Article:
Basic electrical theory. Motor and controller

Get all your technical information about electric bikes here.
Post Reply
Builditgood   10 mW

10 mW
Posts: 26
Joined: Aug 29 2015 4:36pm
Location: Southampton, UK

Basic electrical theory. Motor and controller

Post by Builditgood » Apr 08 2018 2:12pm

Hi. A friend and me we're discussing which components govern which factors and arrived at the following. What do you folks think?

The motor and it's windings have a certain resistance when cold and so draw a max current for a fixed voltage (e.g. plug a 1000W hub into a 50V battery and it will ask for 20A). We surmised that if you hook a motor up to a controller that cannot supply the current required then you risk damaging the controller and conversely if a controller is rated to more than what the motor requires then the motor draws as much as it needs and no more. The wattage of a system is(should be) therefore determined by the motor and not the controller.

The current draw will increase as the motor heats up because the resistance in the windings gets greater with temperature. This can lead to bogging down, the theory behind which we haven't figured out yet.

The controller will pull the current it requires from the battery and the battery must have enough capacity to supply what is required. The ability of a pack to supply current is calculated by either multiplying the Ah by discharge rates (C) and f.o.s. or multiplying the cell current capicty by the number of parallel strings.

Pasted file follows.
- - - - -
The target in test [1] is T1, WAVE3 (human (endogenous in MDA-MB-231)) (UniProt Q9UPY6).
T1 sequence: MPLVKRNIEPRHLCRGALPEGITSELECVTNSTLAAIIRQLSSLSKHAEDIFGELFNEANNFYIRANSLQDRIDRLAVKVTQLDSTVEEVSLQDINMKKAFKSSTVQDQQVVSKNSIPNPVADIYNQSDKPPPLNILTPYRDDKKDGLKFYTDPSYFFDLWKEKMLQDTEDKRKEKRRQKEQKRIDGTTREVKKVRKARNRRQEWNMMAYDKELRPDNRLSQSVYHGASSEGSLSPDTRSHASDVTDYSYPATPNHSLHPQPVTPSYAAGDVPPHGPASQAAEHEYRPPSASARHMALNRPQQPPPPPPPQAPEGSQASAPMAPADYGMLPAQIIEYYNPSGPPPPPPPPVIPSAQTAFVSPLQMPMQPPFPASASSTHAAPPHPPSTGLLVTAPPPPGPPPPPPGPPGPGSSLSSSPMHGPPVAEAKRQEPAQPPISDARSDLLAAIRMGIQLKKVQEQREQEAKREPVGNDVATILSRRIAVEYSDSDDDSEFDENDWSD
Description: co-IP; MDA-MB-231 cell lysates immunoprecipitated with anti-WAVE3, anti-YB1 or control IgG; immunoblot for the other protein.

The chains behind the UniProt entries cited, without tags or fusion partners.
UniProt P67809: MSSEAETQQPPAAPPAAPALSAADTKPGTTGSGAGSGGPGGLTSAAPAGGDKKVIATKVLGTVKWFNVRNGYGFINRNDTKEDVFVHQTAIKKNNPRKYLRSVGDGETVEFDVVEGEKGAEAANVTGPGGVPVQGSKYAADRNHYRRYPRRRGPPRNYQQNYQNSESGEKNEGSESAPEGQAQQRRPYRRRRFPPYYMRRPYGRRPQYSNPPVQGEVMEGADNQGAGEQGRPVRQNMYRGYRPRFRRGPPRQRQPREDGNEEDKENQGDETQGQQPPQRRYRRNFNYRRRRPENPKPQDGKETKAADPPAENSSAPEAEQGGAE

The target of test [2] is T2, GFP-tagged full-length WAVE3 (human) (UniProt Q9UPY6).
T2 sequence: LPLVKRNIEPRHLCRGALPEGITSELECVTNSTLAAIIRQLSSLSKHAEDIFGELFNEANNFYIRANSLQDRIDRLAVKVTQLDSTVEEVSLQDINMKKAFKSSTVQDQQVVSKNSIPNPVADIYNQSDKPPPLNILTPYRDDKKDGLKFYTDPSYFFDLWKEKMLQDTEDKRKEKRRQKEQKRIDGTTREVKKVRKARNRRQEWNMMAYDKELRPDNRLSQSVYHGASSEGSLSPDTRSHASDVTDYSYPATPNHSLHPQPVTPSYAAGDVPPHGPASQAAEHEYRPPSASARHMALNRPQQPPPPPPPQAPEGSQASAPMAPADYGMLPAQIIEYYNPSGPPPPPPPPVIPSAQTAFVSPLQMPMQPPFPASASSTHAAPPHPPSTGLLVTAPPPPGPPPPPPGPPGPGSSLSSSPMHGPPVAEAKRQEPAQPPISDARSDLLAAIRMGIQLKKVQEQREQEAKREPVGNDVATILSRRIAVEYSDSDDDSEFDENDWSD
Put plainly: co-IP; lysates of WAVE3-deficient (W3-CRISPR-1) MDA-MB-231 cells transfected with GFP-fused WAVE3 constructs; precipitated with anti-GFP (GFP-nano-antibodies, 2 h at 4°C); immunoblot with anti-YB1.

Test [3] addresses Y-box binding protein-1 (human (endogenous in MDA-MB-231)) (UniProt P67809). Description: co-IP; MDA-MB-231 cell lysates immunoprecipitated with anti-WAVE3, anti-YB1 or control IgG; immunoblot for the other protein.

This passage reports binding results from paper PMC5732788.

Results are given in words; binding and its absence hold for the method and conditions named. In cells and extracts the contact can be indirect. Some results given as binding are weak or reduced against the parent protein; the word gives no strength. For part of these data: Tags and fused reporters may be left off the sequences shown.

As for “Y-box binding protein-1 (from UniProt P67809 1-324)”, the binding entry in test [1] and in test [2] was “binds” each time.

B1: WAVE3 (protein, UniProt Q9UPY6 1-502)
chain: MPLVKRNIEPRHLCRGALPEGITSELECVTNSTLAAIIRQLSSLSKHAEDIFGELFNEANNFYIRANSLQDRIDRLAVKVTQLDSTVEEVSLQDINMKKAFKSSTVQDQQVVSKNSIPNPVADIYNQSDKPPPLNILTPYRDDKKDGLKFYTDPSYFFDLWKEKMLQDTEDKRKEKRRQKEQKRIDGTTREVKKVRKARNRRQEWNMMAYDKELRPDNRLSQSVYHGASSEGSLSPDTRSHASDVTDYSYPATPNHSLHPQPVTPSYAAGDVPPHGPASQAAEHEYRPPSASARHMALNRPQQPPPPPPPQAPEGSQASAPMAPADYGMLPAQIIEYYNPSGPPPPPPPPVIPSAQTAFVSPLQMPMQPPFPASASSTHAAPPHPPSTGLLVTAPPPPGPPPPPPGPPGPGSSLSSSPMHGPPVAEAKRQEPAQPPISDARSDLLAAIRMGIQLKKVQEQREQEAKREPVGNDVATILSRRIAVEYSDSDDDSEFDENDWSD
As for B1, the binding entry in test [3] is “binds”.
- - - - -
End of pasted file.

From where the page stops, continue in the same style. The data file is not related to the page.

That's as far as we've got for now☺
Full sus specialized, tangent 3000w, 16ah 12s lipos.
Full sus yeti, cyclone 3000w, 12ah 72v lifepo4.
Folding shopper, 1000w hub in 20" rim.
DMR trailstar, 2000w hub in 17" moto rim, 21ah 50v lion.
DMR sidekick, gng 2015, 16ah 12s lipo.
Full sus giant, 2000w hub in 26" rim, 12ah 50v lifepo4.
Spare Divinci 6000w midrive waiting to be built into something!!

User avatar
liveforphysics   100 GW

100 GW
Posts: 14143
Joined: Oct 29 2008 1:48am
Location: Long Beach, CA, USA

Re: Basic electrical theory. Motor and controller

Post by liveforphysics » Apr 08 2018 3:39pm

The motor has winding resistance, but it's generally sub 0.1Ohm, and can be much lower depending on motor size and Kv (motor RPM per volt).

This means if you shorted 50vdc of pack across it, it's going to draw 500amps and become a 25kW copper thermal gain rate (assuming the 50vdc source is capable of 500amps).

Fortunately, the as the motor features loops of conductor around a magnetic core, it has an inherent inductance which limits the rate at which that current attempts to reach 500amps, giving it a sloped current rise time.

The motor controller functions by observing current as it's rising up that slope, and when it achieves it's set-point, it disconnects shorting the battery voltage into the motor winding, and the magnetic field stored in the inductance of the motor collapses, driving current back against the controller MOSFET's body diodes to maintain current in the coil. When the controller observes that current has fallen back below the set-point, it connects the pack back across the motor winding.